It's King Kumaraswamy

Karnataka Governor Vajubhai Vala administers the oath to JD(S) leader H D Kumaraswamy as Karnataka Chief Minister during the swearing-in ceremony, in Bengaluru, on Wednesday. PTI Photo

H D Kumaraswamy, who was the chief minister for 20 months in 2006-2007, was sworn-in the 25th chief minister of Karnataka today.  

After a post result drama and a torrid tug-of-war, things have turned in his favour. True to his repeated assertions,  the "king" has the last laugh despite his party winning only 38 seats in a house of 224 members. The 58-year-old JD(S) state president is in the final talk to settle the disquiet over power sharing. Both the Congress and the JD(S) have now agreed to "forget the past, look at the future and forge a long-term relationship". The acrimonious campaign that the two parties ran against each other has come to a happy end. 

Hard fought battle

Unfazed by scathing attacks against the JD(S) from both Congress and the BJP, Kumaraswamy fought the battle single-handedly seeking one last chance to be chief minister of the state. He was attacking both the national parties for their failure in addressing the issues at the grass-root level. 

Despite the defection of 7 MLAs, he was still confident of winning the seats back. He visited villages and interacted with farmers and listened to their grievances and promised complete loan waiver if he comes to power.  

His strategy of galvanising the party cadre from booth level also paid results. He could gain the confidence of the voters in old Mysuru region and Hassan where his party outperformed the Congress which eventually dethroned them from power. Kumaraswamy’s most brutal attacks were against Siddarmaiah criticising the "divisive secularism" and the revenge politics. He also had to confront family members who rebelled against the father-son leadership. 

Kumaraswamy, affectionately known as 'Kumaranna' by his supporters, was far from the politician that he is today. He was a film producer before he took the plunge into politics. From the beginning of his political career, he always wanted to create his own identity and administration independent of his father.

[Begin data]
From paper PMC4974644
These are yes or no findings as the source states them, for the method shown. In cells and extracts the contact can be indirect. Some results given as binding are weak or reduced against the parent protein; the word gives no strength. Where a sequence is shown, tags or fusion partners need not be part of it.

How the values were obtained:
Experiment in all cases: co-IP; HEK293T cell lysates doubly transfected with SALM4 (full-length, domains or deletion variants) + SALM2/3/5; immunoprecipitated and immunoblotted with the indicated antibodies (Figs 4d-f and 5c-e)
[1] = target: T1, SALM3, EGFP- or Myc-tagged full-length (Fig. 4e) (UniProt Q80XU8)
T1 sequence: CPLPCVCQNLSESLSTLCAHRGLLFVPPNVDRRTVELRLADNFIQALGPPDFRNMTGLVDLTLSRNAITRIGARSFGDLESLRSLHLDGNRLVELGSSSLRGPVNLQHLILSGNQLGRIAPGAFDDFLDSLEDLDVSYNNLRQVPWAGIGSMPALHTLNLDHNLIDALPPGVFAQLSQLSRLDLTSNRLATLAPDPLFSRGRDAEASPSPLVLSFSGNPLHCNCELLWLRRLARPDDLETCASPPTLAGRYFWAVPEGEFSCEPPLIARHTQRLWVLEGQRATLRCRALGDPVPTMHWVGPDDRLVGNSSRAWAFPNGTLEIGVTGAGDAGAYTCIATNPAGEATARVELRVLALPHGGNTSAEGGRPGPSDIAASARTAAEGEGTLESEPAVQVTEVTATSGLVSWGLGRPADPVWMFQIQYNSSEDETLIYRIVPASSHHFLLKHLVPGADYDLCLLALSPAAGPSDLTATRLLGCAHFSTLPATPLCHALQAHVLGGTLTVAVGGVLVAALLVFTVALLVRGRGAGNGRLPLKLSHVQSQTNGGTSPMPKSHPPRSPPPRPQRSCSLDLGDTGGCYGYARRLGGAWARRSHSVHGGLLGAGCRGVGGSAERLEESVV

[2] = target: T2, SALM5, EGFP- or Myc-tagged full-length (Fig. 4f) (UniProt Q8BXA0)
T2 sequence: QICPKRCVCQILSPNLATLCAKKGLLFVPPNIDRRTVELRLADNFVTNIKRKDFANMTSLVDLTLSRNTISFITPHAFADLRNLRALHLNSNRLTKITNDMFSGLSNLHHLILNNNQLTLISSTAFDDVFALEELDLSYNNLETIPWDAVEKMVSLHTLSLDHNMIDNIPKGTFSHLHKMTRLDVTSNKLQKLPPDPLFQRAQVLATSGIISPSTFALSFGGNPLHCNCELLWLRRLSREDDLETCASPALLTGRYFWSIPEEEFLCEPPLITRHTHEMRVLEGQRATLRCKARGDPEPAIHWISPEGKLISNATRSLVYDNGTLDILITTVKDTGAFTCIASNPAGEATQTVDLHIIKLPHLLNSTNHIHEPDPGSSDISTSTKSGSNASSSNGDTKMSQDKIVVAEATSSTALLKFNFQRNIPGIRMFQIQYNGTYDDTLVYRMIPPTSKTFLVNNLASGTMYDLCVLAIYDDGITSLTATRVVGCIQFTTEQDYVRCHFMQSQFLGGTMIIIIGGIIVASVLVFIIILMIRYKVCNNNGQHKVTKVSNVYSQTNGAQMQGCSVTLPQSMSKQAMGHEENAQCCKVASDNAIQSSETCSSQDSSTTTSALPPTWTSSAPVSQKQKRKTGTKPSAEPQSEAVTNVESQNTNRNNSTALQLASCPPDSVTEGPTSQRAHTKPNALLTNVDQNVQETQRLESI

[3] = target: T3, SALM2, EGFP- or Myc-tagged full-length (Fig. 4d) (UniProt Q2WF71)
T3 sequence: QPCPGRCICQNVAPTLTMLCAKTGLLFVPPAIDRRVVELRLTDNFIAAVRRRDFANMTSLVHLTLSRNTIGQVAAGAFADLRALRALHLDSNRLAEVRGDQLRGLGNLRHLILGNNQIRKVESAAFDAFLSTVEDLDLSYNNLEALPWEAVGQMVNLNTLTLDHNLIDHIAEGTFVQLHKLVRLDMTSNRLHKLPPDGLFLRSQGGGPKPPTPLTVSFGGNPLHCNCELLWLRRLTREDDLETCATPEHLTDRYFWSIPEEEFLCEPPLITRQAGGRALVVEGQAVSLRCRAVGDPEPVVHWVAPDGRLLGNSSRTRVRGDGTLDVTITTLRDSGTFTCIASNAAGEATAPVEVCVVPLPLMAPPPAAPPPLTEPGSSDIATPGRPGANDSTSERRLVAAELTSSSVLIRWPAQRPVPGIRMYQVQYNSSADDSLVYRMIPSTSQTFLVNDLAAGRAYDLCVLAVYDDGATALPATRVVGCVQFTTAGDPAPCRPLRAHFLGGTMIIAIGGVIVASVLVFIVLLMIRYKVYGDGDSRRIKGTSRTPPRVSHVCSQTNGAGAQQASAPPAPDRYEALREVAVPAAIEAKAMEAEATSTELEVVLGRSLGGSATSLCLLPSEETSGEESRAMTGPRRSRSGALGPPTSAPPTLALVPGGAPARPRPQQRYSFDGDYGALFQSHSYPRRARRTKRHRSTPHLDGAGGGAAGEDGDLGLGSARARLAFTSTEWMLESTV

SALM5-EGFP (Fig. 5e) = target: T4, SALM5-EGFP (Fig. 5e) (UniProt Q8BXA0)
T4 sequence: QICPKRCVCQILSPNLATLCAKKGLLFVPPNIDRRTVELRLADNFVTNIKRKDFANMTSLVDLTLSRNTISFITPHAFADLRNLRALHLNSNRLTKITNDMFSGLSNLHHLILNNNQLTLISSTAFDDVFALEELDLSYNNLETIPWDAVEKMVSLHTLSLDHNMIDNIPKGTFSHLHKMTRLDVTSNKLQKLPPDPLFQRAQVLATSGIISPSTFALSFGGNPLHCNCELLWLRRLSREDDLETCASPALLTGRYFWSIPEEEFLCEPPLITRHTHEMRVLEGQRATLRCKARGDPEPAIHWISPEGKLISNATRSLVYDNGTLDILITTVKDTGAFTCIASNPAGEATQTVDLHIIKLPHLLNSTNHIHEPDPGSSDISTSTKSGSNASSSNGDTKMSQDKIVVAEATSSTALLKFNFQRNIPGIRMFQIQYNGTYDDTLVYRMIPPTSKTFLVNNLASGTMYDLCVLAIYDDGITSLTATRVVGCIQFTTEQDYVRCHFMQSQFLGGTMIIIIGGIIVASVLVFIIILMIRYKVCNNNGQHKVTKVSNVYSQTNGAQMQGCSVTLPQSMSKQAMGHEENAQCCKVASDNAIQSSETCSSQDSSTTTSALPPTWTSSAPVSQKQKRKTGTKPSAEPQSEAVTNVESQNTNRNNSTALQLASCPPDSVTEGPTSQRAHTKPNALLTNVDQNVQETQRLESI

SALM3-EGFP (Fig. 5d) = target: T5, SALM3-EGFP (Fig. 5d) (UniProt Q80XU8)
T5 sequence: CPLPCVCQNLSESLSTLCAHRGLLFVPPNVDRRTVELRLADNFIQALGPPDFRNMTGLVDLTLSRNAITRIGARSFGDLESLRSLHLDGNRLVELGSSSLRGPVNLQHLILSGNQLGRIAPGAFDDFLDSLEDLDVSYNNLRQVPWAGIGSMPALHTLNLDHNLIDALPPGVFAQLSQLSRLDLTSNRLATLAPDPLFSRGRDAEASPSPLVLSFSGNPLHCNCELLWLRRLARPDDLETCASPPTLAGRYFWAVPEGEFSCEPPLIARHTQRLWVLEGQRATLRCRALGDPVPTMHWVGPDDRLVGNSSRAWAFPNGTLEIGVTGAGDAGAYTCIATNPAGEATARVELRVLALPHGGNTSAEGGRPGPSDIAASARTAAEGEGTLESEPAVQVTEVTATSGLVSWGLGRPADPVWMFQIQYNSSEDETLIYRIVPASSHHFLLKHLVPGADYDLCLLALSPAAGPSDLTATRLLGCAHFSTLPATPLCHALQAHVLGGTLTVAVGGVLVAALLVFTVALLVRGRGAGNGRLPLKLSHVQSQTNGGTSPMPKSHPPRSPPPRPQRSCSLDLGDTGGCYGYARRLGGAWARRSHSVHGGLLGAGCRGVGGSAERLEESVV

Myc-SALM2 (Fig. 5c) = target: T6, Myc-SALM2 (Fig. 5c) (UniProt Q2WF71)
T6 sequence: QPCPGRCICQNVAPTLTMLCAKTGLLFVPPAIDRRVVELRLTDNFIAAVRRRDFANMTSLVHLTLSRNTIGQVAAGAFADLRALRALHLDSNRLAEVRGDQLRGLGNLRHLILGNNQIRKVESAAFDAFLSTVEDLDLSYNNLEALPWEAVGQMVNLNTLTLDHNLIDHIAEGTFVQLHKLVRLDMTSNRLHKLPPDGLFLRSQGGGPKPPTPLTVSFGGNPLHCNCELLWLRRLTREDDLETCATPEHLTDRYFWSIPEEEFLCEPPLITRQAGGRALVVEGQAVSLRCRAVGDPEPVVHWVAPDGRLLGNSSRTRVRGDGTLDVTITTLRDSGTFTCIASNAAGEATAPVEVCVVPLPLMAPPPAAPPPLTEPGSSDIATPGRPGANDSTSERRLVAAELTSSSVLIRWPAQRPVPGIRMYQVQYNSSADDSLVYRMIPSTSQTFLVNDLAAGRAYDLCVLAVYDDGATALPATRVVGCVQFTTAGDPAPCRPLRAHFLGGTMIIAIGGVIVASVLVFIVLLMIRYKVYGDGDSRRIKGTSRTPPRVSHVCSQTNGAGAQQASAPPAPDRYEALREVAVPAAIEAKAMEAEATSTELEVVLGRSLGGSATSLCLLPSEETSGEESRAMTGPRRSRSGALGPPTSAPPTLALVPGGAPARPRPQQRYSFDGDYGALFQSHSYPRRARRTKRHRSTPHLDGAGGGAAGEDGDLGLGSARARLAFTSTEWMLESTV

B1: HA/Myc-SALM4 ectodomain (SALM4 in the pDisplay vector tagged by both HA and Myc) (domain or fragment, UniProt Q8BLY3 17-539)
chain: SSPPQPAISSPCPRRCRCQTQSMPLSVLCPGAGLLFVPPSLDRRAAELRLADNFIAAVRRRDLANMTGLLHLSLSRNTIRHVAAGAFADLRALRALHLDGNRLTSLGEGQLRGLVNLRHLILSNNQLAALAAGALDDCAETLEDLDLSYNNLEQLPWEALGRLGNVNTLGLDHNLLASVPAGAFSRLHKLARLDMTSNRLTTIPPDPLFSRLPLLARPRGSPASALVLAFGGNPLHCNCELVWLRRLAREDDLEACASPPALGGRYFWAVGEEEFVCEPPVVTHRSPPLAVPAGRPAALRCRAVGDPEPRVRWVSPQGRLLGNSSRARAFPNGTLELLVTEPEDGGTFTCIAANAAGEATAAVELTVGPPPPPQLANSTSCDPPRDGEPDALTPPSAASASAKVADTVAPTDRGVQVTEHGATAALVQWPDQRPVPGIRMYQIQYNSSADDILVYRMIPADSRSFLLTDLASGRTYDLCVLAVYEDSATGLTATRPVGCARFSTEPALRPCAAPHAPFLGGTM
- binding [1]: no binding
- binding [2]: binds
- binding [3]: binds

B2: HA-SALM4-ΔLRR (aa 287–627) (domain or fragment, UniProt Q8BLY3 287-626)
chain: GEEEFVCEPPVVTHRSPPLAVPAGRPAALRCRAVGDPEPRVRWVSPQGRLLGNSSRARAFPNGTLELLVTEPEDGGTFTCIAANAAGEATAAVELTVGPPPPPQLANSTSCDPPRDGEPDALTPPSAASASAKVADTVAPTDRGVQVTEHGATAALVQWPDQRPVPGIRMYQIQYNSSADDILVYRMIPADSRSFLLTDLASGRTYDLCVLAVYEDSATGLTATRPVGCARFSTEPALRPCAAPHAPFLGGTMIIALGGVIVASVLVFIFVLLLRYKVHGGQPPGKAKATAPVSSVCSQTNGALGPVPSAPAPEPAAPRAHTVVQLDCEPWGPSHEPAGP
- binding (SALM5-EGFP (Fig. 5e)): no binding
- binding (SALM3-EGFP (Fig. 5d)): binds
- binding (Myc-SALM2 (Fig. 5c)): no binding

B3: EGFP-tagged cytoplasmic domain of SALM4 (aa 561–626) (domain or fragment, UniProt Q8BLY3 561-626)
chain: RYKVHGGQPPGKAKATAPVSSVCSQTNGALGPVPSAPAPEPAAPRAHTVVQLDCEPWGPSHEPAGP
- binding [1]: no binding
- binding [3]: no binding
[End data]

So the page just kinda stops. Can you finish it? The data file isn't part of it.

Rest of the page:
During his tenure as chief minister, he earned a good reputation through his populist schemes including 'grama vastavya' where he stayed in villages to emphasise his rural moorings. 'Janata darshana' drew people from across the state looking for solutions which gave people an opportunity to let their grievances directly to the government. Through this, he received the grievances of people through direct contact and email and addressed them. 

Kingmaker to King 

Despite pre-poll surveys and post-poll surveys predicting that the JD(S) would emerge as the kingmaker, Kumaraswamy asserted on forming a government with the people's mandate.  
As the elections threw up a hung Assembly with the BJP failing to cross the halfway mark, the Congress rushed to the JD(S) to form an alliance, offering the chief ministerial post to Kumaraswamy. A drama unfolded when the governor invited the BJP to form the government.  

The Congress-JD(S) combine emerged victorious with the resignation of B S Yeddyurappa, ahead of the trust vote. Kumaraswamy was then invited by the governor to form the government.  

Kingmaker, a role which the JD(S) played earlier and failed subsequently in the 2018 election, is now elevated to the throne. The country is looking up to the kingmaker-turned-king for heralding a hope of a combined Opposition against the mighty Modi-Shah duo. Will the king be able to build trust and a long-term friendship with the Congress despite having a shared history of broken deals and promises?

Related stories:

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HDK cautious on farm loan waiver, Cong not keen
In chequered career, HDK gets 2nd CM term
Kumaraswamy dismisses reports on power sharing formula
Kumaraswamy: The emperor has no crown
Modi misused ED to poach Anand Singh: Kumaraswamy
I’m a victim of changes, says Kumaraswamy
'I will be king, not kingmaker,' says Kumaraswamy

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It's King Kumaraswamy

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